Osteoarthritis is the most common form of arthritis, usually affecting the knee joint, leading to pain and functional limitations of the individual. The incidence of knee osteoarthritis is higher in the elderly. Pharmacological and non-therapeutic treatment options are limited due to numerous side effects or low efficacy without being effective in preventing or slowing progression of the disease.
Interestingly, Vitamin K got the attention, since it plays an important role in regulating bone and cartilage mineralization. In particular, vitamin K is a necessary cofactor for the gamma-carboxylation of Gla proteins, a process that imparts functionality to these proteins. Changes observed in osteoarthritis, such as inappropriate cartilage metallisation, hypertrophic chondrocytes, apoptotic chondrocytes and endochondral osteoporosis, may occur in the absence of the functional form of the Gla bone and cartilage protein.
The present study examined the relationship between vitamin K deficiency and development of new-onset radiographic knee osteoarthritis and was published in the American Journal of Medicine.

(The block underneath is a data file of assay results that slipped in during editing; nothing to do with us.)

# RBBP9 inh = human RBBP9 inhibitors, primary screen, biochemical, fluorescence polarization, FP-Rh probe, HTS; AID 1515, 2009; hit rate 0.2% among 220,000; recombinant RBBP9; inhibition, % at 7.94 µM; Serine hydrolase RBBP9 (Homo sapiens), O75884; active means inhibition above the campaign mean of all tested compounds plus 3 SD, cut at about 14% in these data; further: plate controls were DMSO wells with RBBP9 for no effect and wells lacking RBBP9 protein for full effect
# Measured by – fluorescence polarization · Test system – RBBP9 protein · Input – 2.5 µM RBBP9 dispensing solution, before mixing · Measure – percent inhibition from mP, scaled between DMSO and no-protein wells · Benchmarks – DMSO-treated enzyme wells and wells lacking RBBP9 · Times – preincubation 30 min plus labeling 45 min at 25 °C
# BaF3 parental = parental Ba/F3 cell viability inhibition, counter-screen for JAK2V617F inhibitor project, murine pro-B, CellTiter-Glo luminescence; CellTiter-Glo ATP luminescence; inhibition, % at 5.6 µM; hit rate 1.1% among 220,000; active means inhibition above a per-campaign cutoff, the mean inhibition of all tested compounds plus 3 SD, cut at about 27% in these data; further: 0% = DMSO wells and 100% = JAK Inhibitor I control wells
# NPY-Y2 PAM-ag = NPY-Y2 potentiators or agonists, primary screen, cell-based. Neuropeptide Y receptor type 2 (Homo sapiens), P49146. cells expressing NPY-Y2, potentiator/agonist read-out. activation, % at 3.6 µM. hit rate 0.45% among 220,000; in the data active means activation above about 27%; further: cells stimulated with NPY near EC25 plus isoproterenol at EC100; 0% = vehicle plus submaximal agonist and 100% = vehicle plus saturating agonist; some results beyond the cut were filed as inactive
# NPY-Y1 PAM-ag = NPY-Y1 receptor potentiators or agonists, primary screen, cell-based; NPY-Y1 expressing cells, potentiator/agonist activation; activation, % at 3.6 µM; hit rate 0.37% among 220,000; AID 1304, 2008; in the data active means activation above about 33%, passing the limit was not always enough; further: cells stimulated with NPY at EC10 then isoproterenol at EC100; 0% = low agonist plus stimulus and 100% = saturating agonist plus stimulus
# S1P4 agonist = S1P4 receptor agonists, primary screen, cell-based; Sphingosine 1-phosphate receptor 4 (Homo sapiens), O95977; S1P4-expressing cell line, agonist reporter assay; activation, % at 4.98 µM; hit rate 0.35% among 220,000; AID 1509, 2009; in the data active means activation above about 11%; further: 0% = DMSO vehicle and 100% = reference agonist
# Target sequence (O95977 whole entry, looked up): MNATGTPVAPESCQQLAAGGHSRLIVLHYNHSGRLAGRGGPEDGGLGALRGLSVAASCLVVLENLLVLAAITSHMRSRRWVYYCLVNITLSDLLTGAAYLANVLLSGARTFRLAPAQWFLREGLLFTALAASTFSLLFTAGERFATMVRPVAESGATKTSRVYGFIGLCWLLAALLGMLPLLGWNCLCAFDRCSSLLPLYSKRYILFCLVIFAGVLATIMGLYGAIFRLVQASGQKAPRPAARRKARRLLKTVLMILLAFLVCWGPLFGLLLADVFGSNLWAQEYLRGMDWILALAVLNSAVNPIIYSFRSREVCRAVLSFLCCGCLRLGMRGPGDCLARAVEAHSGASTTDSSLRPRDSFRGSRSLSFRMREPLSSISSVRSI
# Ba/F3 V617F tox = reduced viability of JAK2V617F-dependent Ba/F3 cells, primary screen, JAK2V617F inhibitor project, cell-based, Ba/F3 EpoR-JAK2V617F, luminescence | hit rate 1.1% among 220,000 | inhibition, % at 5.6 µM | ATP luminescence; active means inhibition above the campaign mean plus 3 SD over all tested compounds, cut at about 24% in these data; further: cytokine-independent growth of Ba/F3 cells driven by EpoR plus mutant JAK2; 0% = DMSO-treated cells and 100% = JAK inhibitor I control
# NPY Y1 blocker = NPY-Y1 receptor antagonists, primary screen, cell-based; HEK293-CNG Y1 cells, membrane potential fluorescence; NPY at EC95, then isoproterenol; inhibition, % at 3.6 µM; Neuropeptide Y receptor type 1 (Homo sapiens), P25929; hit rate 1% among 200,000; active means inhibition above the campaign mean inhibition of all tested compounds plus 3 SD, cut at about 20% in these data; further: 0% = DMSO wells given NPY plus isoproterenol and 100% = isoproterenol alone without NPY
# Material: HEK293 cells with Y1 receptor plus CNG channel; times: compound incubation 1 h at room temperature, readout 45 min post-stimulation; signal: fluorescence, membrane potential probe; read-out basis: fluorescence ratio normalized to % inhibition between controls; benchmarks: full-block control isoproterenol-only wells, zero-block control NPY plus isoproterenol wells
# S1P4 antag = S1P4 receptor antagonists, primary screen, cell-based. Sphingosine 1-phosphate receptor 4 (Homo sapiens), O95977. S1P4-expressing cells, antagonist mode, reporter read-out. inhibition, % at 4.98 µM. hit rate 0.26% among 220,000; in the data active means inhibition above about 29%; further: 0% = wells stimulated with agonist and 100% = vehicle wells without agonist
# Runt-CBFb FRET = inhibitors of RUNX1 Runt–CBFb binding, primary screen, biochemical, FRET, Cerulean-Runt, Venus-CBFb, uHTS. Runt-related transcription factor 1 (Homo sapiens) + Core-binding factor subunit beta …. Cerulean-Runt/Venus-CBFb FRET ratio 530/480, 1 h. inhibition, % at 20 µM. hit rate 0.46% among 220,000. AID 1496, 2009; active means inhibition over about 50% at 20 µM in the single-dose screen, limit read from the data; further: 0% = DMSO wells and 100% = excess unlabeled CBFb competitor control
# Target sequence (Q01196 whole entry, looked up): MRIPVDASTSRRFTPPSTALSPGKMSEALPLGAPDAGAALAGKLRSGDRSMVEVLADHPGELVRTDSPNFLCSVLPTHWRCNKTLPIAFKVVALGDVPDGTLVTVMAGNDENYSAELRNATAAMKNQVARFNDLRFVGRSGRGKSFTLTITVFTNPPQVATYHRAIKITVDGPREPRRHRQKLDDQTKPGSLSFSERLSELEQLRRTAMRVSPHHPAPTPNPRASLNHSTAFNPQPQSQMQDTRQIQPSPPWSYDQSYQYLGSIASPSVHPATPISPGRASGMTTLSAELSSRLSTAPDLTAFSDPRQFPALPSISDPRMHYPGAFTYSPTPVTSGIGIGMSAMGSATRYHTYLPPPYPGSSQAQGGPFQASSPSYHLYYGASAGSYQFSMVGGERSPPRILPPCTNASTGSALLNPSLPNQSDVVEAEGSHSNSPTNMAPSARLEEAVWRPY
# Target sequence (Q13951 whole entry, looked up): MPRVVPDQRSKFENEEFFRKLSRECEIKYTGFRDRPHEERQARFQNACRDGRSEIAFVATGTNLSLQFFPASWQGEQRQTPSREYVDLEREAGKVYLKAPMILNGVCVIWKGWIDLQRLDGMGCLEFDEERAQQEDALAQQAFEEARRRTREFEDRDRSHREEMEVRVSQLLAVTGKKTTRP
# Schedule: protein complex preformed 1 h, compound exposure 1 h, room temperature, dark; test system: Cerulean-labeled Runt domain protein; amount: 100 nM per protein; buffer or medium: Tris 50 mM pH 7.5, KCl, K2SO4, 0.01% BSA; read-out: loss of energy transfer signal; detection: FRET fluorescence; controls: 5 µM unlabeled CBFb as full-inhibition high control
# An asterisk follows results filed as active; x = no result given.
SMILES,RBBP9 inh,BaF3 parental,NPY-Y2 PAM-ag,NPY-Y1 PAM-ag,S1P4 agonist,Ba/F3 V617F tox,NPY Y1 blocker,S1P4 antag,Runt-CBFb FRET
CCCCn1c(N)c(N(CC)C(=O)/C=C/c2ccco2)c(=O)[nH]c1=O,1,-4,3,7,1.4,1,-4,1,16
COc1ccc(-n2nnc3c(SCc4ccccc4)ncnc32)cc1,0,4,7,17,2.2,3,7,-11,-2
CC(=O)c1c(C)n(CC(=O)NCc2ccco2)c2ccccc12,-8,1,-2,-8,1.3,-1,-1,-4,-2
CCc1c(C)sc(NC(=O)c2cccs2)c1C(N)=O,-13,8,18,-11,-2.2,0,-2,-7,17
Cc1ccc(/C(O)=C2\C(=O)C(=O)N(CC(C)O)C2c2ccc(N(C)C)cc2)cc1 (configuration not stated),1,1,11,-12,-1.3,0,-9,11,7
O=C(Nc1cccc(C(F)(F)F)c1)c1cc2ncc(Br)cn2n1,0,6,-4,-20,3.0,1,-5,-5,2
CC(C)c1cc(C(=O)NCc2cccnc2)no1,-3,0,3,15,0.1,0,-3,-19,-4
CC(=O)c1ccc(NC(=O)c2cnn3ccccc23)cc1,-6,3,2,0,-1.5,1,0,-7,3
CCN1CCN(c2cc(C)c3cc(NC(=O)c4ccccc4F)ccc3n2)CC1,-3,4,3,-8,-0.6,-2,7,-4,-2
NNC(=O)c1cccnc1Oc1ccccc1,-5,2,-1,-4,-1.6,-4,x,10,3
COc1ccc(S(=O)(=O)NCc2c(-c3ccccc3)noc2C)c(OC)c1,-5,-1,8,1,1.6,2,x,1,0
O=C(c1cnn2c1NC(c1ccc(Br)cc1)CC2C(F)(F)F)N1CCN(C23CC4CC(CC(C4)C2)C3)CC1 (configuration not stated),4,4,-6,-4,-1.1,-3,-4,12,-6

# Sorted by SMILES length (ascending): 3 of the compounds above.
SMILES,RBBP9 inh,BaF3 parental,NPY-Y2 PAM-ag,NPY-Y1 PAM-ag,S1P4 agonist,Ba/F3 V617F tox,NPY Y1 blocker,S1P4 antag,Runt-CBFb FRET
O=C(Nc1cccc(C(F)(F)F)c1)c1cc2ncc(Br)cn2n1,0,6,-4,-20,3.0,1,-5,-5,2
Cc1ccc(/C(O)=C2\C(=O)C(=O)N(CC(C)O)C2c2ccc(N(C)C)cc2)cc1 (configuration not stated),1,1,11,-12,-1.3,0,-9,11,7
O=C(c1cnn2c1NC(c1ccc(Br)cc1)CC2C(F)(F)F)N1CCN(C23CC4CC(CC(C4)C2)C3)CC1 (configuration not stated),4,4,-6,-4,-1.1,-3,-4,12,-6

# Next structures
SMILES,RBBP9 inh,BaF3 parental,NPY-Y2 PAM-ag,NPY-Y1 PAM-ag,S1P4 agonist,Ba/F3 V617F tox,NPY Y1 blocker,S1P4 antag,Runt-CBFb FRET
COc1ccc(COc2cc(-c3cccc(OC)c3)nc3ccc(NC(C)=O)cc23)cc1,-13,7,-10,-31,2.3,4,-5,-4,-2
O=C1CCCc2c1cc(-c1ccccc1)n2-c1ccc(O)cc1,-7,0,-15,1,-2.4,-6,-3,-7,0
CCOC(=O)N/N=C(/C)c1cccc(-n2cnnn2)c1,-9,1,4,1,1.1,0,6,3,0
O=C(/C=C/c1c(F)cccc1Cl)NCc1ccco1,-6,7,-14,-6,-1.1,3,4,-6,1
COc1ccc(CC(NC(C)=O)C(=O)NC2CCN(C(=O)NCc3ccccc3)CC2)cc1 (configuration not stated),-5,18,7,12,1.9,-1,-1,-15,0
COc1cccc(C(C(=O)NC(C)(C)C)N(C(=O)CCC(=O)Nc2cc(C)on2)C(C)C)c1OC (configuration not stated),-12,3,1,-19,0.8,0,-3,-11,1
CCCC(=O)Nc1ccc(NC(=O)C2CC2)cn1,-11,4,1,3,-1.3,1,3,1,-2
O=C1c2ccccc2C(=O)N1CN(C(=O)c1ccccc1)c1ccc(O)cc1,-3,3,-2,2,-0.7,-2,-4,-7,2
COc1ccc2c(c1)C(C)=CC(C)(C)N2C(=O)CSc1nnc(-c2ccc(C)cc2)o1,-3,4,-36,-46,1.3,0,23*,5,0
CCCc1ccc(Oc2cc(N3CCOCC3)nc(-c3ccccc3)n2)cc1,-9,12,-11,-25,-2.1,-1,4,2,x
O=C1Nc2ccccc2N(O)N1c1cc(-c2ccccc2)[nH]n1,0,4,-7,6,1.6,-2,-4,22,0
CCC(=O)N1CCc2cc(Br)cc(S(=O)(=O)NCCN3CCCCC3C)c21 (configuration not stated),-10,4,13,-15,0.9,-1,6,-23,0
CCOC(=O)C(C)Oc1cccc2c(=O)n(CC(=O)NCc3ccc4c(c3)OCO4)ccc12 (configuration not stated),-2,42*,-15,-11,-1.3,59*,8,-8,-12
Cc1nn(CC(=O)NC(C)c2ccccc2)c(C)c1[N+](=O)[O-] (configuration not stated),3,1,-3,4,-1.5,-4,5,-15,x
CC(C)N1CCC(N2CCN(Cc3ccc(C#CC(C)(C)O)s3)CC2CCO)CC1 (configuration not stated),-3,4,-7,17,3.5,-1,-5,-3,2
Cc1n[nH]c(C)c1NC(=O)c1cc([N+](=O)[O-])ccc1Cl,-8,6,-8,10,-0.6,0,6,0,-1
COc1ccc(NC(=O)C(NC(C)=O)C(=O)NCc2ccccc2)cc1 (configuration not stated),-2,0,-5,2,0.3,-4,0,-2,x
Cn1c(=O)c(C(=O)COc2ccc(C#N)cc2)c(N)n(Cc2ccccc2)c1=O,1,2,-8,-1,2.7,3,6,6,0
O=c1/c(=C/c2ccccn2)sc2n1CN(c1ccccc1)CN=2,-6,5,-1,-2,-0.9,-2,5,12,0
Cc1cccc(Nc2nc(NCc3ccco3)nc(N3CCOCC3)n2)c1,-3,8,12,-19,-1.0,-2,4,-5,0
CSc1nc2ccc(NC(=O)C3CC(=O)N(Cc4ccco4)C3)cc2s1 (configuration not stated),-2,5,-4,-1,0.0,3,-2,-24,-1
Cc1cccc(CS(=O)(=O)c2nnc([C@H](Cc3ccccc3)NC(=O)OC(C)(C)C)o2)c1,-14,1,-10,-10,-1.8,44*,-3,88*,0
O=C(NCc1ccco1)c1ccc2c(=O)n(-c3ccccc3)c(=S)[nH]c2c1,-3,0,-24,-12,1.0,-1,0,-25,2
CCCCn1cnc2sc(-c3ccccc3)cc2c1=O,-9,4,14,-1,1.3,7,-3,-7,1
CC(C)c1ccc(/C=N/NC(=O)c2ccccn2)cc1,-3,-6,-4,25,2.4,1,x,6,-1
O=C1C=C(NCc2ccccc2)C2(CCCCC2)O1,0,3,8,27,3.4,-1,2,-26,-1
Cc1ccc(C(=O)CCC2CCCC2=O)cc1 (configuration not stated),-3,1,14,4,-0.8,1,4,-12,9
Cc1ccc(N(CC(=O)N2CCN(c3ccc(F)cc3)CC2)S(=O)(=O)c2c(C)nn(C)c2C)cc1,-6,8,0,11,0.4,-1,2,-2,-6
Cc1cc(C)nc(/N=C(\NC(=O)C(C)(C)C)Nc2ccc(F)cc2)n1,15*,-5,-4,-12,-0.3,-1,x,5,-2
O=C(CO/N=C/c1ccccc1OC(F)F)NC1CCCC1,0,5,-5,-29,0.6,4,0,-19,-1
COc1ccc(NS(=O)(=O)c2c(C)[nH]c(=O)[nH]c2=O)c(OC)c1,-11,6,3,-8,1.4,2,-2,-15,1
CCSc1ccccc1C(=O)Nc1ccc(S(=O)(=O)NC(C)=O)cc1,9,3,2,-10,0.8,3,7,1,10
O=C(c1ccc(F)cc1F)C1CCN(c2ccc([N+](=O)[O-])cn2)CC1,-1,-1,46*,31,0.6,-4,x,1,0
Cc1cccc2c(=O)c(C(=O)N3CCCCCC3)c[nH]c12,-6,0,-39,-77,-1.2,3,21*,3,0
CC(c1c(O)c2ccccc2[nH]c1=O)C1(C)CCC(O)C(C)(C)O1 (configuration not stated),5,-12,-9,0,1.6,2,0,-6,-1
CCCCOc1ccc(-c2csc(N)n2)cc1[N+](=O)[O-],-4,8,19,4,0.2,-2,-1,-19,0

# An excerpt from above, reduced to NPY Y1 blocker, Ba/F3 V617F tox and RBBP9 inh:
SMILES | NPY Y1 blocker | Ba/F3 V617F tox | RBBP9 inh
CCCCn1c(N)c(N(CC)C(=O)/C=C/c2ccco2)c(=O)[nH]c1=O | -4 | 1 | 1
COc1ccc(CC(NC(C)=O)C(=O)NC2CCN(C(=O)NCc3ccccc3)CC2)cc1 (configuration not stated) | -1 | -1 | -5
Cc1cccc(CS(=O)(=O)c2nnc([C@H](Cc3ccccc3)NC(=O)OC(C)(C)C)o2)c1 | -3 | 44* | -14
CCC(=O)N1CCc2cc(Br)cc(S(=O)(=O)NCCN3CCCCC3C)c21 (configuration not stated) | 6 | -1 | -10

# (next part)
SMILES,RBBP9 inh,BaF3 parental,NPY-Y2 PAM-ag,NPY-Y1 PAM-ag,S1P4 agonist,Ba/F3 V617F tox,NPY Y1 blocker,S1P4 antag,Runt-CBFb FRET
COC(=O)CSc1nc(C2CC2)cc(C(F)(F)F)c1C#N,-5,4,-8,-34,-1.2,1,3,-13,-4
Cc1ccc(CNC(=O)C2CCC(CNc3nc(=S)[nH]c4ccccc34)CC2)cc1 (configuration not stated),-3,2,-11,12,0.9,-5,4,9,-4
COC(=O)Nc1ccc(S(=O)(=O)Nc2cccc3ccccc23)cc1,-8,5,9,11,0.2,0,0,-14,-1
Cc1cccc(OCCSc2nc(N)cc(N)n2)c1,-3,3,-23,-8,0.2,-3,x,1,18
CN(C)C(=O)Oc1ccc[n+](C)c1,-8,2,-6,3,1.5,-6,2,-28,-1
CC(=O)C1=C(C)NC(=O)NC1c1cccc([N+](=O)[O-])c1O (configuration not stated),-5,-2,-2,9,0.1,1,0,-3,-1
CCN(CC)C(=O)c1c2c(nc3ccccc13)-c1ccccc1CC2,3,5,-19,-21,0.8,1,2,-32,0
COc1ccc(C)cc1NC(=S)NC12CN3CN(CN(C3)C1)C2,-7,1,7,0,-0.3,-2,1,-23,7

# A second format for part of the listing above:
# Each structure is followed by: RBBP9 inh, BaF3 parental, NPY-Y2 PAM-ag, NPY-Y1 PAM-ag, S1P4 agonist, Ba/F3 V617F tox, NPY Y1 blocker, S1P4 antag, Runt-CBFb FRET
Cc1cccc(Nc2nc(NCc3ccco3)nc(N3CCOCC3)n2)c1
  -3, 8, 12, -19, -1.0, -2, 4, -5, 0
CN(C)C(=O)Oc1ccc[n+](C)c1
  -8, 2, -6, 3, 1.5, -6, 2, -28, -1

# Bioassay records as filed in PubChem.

Patients were selected from the study of polycentric osteoarthritis (MOST) and knee radiographs and magnetic resonance imaging were performed at baseline and 30 months later, as well as the measurement of phylloquinone (vitamin K) at baseline. The relationship of vitamin K deficiency to knee radiographic knee osteoarthritis and cartilage damage based on MRI was then examined.
It was found that at baseline 9.2% of the patients had vitamin K deficiency. 14.5% of those without radiographic osteoarthritis at baseline experienced occasional radiographic osteoarthritis in follow up after 30 months. The incidence of radiographic knee osteoarthritis was 21.2% in the knees of people with vitamin K deficiency versus 13.9% of patients with sufficient vitamin K levels.
In further analysis, we found that vitamin K deficiency was associated with a higher risk of occurrence of knee osteoarthritis events in one or both of the knees compared to the absence of knee osteoarthritis.
In this first diachronic study evaluating the relationship of vitamin K to knee osteoarthritis, vitamin K deficiency was associated with the development of both the new onset of radiographic knee osteoarthritis and new knee cartilage alterations without osteoarthritis as well as cartilage damage . These results supplement and extend the findings of previous studies based on X-rays showing a role for vitamin K in the development of osteoarthritis.
These findings are very important in clinical application, since vitamin K supplementation may be a simple and inexpensive treatment for knee osteoarthritis, a condition that is so widespread and it leads to a significant reduction in functionality and is devoid of effective treatment.
Misra Devyani et al. 2013. Vitamin K deficiency is associated with incident knee osteoarthritis. The American journal of medicine, 126(3), 243-248.
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